Shortage of infant formula spurs rationing and inflation

Shortage of infant formula spurs rationing and inflation

One of the most important products for new parents is in short supply. Formula, which three-quarters of babies in the United States receive in their first six months, is increasingly out of stock at retailers across the country. Prices have also skyrocketed, with the average cost of the most popular infant formulas increasing by 18% over the past 12 months.

The supply of infant formula is so limited that retailers like Walgreens even limit how much consumers can buy at one time. A spokesperson for the drugstore chain told CBS MoneyWatch that it is limiting customers to three infant and toddler formulas per transaction, citing “increased demand and various supplier issues.”

Supply chain issues related to COVID-19 are contributing to the formula shortage in the United States. They include manufacturers having more difficulty sourcing key ingredients, packaging blockages and labor shortages, all of which combine to affect production and distribution. Additionally, an important baby formula reminder in January exacerbated shortages.

At retailers across the U.S., 29% of top-selling infant formula was out of stock the week of March 13, according to analysis by Datasembly, which tracks infant formula inventory in more than 11 000 stores. That’s a steep 11% increase in November.

“That’s a shocking number that you don’t see for other categories,” Ben Reich, CEO of Datasembly, told CBS MoneyWatch.


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“We’ve tracked it over time and it’s increasing dramatically. We find that this category is affected by economic conditions more dramatically than others,” Reich added.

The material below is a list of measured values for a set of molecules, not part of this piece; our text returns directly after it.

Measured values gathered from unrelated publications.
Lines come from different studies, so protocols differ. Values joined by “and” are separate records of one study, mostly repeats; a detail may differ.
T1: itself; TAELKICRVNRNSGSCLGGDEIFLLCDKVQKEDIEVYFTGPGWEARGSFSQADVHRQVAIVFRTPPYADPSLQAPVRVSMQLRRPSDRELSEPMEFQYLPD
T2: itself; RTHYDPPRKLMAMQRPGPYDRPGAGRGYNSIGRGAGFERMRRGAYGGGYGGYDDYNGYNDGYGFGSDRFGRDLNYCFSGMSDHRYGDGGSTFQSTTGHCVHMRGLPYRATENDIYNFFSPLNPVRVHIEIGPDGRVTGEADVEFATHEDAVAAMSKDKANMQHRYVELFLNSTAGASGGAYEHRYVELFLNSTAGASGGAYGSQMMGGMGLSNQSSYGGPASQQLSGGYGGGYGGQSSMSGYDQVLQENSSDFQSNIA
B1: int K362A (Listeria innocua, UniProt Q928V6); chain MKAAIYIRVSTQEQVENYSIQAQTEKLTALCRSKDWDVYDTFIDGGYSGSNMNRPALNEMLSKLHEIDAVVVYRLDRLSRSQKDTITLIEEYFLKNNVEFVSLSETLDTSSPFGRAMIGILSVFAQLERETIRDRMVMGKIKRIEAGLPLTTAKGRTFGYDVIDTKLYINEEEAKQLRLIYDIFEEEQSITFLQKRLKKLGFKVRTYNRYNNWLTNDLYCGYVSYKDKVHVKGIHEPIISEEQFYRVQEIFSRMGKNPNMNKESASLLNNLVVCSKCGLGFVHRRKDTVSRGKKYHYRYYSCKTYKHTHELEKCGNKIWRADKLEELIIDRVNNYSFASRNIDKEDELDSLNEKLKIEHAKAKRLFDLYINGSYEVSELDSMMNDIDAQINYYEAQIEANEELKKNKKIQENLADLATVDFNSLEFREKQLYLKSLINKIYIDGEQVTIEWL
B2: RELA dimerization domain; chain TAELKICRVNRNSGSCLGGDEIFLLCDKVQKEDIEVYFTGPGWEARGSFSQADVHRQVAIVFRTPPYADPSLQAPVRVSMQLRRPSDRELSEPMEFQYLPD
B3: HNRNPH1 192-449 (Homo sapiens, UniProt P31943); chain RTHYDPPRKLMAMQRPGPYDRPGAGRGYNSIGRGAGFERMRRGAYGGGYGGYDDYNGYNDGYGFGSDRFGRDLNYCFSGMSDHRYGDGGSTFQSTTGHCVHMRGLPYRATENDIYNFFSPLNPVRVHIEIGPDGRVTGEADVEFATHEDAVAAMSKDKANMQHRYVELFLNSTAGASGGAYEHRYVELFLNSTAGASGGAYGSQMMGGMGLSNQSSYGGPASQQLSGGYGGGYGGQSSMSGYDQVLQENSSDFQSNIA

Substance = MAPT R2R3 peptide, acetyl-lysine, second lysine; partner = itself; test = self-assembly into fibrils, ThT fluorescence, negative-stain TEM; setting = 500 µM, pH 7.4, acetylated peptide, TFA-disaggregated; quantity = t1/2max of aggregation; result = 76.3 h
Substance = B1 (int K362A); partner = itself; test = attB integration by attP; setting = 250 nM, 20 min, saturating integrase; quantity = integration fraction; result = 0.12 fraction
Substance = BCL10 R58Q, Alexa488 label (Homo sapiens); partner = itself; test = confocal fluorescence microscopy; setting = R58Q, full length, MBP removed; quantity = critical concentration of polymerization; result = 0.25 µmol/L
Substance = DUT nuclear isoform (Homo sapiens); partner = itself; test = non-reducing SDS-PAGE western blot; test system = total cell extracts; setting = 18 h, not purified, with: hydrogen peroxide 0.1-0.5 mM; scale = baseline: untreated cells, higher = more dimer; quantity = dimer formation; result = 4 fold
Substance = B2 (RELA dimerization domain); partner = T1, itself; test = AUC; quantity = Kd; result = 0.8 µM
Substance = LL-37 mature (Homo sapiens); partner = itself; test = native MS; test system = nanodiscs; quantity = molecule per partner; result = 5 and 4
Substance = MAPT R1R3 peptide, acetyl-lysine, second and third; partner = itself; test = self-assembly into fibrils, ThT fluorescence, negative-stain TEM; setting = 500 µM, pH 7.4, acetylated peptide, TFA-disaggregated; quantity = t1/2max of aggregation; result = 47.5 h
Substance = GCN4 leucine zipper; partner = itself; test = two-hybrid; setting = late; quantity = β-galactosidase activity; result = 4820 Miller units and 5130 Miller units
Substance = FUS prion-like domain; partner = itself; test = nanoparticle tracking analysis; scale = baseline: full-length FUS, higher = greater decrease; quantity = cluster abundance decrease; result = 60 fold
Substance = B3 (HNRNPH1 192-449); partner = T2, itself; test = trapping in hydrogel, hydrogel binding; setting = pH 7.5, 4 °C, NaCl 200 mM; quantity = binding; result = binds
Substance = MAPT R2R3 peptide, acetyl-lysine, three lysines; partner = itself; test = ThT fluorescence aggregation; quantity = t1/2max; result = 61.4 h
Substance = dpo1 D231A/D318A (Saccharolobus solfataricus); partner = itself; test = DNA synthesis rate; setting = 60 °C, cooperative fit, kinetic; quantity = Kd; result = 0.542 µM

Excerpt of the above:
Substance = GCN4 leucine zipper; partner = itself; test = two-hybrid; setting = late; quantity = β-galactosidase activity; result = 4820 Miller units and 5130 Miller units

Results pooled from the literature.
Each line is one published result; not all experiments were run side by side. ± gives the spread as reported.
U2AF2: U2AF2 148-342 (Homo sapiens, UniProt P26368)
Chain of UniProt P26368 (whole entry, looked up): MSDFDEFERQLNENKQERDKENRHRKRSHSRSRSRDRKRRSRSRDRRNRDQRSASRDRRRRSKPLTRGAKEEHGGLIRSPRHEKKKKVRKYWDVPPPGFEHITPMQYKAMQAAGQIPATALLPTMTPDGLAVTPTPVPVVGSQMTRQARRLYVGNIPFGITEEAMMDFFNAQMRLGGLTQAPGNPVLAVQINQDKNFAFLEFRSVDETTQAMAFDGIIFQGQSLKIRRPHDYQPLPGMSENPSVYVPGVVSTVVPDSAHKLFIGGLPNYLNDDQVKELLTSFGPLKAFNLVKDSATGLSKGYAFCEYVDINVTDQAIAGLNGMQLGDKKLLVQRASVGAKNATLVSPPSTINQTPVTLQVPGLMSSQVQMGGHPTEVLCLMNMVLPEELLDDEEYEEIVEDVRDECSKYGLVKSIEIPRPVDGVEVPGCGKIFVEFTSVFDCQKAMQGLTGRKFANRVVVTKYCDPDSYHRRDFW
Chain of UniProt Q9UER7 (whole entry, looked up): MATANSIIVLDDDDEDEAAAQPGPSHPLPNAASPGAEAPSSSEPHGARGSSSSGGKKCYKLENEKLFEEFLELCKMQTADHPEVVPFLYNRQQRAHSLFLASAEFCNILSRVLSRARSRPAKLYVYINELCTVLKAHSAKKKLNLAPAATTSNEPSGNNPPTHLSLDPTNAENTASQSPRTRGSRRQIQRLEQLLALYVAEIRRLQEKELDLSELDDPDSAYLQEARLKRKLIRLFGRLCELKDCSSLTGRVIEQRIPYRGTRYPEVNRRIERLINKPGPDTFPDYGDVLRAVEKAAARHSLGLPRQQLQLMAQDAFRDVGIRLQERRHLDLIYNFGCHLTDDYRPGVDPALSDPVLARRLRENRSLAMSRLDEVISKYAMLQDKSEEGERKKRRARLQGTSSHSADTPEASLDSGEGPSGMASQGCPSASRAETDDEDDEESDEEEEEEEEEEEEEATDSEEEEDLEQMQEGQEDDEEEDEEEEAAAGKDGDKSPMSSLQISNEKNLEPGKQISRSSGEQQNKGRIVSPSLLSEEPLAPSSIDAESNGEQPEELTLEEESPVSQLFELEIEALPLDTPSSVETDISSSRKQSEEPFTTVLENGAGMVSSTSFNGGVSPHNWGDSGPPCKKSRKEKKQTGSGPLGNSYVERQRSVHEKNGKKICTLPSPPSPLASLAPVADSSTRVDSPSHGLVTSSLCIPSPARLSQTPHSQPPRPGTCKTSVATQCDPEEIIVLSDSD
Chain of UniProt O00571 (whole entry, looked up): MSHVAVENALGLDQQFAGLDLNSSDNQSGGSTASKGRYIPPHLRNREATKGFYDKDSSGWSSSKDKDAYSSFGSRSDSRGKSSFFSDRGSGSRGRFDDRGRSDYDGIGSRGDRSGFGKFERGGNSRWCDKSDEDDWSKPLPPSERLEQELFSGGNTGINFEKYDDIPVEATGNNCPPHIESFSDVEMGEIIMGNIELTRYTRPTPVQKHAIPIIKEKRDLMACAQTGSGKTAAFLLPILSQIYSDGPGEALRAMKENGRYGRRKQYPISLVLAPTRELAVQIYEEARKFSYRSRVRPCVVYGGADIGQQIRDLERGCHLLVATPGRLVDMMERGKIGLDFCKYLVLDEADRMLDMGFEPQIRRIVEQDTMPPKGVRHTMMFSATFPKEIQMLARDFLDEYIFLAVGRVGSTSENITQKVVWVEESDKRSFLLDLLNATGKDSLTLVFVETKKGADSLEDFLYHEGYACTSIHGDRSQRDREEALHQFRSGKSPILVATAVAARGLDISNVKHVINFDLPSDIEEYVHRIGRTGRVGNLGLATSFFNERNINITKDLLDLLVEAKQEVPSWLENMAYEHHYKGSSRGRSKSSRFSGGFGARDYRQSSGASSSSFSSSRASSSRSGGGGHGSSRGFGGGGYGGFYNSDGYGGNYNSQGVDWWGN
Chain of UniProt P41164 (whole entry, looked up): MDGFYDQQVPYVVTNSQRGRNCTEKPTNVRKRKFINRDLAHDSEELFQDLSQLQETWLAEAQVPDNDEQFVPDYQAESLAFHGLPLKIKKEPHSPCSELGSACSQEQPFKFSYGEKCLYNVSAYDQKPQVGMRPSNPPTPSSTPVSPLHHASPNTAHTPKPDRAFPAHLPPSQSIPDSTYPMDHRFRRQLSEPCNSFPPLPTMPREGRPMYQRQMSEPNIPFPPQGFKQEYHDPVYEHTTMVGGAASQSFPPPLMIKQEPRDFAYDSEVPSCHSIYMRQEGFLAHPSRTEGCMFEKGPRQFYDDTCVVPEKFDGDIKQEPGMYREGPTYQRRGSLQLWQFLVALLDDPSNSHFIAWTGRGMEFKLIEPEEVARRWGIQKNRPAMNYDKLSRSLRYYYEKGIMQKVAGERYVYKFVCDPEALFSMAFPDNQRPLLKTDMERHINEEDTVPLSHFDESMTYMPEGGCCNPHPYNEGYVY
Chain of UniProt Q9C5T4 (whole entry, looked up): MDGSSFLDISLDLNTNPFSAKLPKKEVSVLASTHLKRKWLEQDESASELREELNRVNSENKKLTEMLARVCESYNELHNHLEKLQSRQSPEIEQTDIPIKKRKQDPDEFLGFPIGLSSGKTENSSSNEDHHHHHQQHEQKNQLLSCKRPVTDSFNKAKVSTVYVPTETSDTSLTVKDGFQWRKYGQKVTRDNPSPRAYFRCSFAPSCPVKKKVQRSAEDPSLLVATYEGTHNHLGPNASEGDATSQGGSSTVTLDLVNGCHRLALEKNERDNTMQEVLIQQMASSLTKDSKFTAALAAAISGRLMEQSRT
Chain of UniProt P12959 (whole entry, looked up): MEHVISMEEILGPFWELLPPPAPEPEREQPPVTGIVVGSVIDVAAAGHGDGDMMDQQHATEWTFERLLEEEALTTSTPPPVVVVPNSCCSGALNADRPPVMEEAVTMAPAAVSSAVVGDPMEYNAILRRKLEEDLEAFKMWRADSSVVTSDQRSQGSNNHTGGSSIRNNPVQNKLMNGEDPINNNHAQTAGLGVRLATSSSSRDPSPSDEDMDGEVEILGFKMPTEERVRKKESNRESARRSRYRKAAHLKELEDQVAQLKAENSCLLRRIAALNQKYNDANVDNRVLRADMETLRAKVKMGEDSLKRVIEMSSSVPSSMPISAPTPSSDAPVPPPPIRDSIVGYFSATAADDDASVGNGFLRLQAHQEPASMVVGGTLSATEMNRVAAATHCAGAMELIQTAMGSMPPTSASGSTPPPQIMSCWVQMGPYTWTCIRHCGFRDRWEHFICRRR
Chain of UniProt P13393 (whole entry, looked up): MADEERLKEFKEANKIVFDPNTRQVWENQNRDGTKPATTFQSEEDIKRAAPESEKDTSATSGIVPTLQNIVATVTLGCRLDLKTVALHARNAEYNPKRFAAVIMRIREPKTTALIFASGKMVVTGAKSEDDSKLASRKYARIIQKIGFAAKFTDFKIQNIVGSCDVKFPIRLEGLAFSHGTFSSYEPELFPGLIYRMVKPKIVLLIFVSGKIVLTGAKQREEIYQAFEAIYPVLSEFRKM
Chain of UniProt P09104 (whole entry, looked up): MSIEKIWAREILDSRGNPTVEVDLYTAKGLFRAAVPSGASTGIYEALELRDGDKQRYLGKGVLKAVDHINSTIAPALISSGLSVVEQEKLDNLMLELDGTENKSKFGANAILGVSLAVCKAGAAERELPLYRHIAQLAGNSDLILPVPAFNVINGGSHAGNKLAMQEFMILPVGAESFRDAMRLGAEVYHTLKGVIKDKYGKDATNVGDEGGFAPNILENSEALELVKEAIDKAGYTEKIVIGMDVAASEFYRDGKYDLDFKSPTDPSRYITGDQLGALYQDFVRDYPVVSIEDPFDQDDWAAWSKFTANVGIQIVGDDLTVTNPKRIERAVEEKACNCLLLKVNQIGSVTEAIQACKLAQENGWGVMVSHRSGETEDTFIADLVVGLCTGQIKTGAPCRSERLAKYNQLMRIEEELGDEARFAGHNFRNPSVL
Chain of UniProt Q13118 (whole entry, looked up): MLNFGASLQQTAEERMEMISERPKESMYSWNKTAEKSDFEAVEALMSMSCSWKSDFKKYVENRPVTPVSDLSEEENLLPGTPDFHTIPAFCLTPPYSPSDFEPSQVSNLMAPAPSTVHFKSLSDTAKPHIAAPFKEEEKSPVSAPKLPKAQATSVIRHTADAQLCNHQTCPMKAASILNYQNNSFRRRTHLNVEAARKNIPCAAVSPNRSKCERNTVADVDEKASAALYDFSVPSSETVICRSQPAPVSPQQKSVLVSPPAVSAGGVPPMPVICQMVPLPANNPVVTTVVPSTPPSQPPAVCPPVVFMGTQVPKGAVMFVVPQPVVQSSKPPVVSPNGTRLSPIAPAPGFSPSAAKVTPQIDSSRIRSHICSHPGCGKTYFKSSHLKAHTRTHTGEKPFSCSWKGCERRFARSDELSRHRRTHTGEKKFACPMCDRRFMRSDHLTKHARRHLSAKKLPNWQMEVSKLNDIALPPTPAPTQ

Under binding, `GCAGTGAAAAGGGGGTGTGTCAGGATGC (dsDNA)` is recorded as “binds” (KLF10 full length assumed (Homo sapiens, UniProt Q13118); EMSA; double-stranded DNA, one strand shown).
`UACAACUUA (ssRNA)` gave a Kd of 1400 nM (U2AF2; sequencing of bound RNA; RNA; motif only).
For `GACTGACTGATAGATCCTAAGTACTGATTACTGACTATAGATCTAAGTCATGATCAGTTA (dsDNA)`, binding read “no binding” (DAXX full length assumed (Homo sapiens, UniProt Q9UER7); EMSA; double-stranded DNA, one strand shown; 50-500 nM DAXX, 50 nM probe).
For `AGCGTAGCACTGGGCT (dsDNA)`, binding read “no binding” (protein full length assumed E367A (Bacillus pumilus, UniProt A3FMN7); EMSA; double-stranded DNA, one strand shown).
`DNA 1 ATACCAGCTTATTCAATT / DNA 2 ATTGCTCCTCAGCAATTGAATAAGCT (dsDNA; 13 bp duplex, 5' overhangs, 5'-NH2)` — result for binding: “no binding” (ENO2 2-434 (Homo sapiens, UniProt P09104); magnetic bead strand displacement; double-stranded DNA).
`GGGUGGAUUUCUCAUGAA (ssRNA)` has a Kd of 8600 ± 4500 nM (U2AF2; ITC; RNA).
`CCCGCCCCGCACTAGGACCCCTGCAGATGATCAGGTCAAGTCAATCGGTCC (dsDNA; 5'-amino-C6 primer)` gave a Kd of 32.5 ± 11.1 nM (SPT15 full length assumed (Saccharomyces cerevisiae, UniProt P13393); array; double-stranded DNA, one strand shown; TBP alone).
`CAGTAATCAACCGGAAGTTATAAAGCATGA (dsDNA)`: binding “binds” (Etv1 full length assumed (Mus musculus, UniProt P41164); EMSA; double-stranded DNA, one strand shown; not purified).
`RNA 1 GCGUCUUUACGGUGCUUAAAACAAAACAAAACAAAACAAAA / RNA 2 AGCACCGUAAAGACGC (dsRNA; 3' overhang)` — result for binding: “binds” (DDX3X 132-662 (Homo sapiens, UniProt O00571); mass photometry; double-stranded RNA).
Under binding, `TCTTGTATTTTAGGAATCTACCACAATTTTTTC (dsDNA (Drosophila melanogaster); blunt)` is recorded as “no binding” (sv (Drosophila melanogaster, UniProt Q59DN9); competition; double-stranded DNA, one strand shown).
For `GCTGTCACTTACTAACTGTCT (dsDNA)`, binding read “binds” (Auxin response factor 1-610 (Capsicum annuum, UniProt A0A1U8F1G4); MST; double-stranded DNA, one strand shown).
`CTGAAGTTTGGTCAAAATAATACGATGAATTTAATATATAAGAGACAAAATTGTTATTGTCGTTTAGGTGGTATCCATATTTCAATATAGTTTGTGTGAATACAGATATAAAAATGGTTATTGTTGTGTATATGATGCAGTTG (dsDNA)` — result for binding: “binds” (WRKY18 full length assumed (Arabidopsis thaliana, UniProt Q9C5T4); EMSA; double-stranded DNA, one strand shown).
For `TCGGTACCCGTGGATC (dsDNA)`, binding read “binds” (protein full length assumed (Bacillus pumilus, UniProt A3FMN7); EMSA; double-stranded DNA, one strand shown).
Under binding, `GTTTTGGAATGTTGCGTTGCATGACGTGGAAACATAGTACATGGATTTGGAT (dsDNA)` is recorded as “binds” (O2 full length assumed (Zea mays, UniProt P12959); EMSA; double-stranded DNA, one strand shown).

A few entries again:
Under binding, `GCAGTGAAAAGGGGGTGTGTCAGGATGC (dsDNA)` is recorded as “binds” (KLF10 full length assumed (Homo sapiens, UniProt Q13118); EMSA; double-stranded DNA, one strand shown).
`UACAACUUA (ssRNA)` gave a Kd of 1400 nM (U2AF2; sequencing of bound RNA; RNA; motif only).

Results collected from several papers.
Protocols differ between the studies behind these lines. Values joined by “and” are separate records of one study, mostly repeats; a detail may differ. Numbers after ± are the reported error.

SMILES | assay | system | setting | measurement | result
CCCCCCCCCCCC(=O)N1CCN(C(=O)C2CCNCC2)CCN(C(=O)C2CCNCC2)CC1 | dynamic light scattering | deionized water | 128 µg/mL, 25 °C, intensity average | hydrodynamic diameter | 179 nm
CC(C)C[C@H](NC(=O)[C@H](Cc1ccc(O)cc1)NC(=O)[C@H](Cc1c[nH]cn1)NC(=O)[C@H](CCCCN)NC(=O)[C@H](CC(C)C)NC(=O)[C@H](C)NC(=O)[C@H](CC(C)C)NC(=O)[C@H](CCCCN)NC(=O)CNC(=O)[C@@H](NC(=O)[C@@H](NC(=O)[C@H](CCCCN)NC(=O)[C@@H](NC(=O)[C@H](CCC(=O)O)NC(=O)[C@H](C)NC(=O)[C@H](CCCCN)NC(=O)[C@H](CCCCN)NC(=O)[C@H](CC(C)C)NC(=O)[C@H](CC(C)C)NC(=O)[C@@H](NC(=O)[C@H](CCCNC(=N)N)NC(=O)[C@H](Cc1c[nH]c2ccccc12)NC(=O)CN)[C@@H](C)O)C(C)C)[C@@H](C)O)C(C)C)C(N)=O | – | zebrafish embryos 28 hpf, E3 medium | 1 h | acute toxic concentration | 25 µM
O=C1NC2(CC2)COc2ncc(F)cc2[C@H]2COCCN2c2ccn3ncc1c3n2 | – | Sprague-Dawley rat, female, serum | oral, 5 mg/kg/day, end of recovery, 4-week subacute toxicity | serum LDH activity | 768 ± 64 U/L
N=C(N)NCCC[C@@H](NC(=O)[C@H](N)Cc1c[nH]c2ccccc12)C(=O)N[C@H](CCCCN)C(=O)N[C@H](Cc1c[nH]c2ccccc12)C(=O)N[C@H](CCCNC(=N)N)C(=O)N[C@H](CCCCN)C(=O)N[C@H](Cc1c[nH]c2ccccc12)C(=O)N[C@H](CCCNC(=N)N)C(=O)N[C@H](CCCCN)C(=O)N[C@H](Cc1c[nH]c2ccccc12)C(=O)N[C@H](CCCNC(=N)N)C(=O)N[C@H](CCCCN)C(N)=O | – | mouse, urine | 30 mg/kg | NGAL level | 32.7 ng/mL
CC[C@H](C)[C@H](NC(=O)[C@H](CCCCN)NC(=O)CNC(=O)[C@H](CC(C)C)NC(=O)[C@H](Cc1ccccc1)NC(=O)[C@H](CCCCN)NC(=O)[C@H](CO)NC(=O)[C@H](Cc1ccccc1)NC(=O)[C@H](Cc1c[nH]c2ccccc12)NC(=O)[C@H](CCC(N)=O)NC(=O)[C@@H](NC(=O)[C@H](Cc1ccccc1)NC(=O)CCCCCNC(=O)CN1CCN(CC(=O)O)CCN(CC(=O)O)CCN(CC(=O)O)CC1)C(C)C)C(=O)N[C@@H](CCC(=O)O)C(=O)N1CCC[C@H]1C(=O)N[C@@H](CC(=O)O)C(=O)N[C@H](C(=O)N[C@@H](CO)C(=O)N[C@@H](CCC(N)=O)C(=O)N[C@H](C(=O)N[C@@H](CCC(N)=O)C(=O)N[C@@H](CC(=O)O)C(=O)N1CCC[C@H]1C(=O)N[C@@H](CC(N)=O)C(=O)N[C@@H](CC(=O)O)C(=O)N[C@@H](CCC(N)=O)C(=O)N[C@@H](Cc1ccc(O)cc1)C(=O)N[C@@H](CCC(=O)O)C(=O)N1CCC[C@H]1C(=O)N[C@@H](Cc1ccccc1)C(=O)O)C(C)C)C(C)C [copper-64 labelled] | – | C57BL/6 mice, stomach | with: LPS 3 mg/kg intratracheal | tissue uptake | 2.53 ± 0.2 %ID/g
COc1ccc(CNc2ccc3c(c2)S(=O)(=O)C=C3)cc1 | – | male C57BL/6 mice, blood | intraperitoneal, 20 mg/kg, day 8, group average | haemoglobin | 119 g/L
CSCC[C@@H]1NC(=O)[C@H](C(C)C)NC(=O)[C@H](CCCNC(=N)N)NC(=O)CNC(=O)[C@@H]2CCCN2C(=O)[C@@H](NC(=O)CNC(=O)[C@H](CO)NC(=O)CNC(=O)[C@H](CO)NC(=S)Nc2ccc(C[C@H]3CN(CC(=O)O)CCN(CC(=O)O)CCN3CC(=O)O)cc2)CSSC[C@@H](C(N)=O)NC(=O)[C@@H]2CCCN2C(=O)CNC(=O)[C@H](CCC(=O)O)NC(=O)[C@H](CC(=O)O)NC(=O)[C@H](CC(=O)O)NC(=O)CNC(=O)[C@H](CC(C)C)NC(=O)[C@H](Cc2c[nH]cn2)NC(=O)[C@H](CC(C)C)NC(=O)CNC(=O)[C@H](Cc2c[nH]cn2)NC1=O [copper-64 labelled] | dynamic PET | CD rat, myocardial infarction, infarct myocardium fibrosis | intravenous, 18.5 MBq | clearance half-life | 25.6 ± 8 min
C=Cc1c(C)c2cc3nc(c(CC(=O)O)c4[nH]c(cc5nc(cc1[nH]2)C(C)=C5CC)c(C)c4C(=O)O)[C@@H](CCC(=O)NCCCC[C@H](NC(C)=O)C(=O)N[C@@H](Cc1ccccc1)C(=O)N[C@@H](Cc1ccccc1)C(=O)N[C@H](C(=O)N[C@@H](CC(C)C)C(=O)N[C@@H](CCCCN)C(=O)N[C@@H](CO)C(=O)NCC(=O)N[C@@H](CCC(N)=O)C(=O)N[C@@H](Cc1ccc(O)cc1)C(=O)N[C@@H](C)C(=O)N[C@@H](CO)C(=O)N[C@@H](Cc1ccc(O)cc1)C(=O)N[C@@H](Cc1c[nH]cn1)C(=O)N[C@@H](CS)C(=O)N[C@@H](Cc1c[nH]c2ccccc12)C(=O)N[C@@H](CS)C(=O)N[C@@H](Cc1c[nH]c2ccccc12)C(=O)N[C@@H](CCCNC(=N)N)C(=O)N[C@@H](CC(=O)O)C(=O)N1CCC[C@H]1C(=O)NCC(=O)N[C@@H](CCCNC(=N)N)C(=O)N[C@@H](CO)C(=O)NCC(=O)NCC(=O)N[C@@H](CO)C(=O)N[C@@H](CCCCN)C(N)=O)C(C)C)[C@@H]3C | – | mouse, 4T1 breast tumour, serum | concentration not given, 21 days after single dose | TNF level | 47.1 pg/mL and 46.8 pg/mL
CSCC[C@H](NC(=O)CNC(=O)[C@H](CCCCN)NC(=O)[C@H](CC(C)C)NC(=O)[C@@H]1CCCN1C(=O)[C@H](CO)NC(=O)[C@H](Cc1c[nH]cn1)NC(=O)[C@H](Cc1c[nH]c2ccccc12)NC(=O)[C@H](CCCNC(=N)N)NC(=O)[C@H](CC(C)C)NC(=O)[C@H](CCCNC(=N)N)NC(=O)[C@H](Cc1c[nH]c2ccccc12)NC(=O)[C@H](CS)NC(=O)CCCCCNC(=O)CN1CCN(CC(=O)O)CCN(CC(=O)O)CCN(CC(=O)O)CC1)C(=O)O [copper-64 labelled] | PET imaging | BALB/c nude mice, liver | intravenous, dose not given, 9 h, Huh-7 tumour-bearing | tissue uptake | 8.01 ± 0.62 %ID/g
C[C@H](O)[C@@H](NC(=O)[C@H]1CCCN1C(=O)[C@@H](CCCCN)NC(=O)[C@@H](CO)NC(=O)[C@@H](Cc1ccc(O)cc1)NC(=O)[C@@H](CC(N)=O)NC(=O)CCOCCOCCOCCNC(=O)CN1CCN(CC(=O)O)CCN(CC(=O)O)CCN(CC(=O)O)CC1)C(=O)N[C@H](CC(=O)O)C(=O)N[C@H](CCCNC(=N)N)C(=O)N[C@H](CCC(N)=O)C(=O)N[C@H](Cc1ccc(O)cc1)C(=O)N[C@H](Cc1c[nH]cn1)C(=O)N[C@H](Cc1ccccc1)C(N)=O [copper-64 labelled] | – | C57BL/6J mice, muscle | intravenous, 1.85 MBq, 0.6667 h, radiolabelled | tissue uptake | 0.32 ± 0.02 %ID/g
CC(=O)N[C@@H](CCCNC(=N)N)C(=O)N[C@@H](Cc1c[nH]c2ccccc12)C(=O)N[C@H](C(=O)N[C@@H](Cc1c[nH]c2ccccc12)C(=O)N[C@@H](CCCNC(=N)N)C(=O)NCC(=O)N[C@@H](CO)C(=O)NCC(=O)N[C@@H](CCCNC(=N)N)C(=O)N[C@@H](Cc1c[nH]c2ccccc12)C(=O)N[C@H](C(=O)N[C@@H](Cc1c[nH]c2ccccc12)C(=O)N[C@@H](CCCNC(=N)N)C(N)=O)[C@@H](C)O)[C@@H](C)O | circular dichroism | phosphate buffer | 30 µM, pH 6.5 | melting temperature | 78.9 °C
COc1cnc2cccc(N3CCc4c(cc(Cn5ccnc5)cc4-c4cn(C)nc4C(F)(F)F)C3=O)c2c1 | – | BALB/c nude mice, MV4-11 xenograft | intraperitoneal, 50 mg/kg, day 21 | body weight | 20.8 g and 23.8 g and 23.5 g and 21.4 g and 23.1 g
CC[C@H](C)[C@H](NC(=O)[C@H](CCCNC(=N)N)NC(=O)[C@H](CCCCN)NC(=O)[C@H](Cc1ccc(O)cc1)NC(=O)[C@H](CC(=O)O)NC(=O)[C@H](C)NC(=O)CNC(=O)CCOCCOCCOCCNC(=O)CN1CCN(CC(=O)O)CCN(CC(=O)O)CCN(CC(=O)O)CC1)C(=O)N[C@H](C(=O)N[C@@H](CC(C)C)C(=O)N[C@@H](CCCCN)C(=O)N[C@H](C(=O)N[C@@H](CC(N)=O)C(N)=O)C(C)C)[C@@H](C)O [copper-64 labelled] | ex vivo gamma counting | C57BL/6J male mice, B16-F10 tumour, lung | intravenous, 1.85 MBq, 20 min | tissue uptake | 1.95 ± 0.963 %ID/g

In 24 US states, 30% of infant formula was out of stock as of mid-March, while other states were experiencing even worse shortages. In Minnesota, 54% of infant formula was out of stock at the same time. Parents in Connecticut, Hawaii, Iowa, Louisiana, Maryland, North and South Dakota, Rhode Island and Texas are also facing severe shortages of at least 40%, according to Datasembly.

By comparison, in the first seven months of 2021, between 2% and 8% of infant formula was out of stock.

“We noticed he was hard to find maybe a few months ago – two, three months ago – and then just recently we can’t find him,” said a San Francisco resident. Irene Anhoeck told CBS News earlier this year. “We tried all the local targets. We checked Costco, Costco online, Walgreens, Long’s. Can’t find it anywhere.”

Product shortages were further exacerbated in February, when Abbott Nutrition launched a widespread recall of its powdered infant formula, following reports of disease in infants who had consumed the baby products. The U.S. Food and Drug Administration last week issued a warning to consumers not to use recalled products manufactured at Abbott Nutrition’s facilities in Sturgis, Michigan, after found the factory unsanitary.

Avoid hoarding

The Infant Nutrition Council of America recently assured parents in a statement on its website that manufacturers are ramping up production to meet families’ needs. The advice also encourages parents to keep a 10-day to two-week supply or formula at home, while urging them not to stockpile products.

A CVS Health spokesperson acknowledged that “product supply issues are currently affecting most of the retail industry.” The company is working with “national brand infant formula suppliers to resolve this issue and we regret any inconvenience our customers may experience,” the spokesperson added.

In January, Enfamil, a leading infant formula brand, said it was facing an unprecedented 18% increase in infant formula demand nationwide.

“We have taken steps to increase production and are currently shipping 50% more product, to resolve issues as quickly as possible,” a spokesperson for Reckitt, maker of Enfamil, told CBS News in a statement. at the time.

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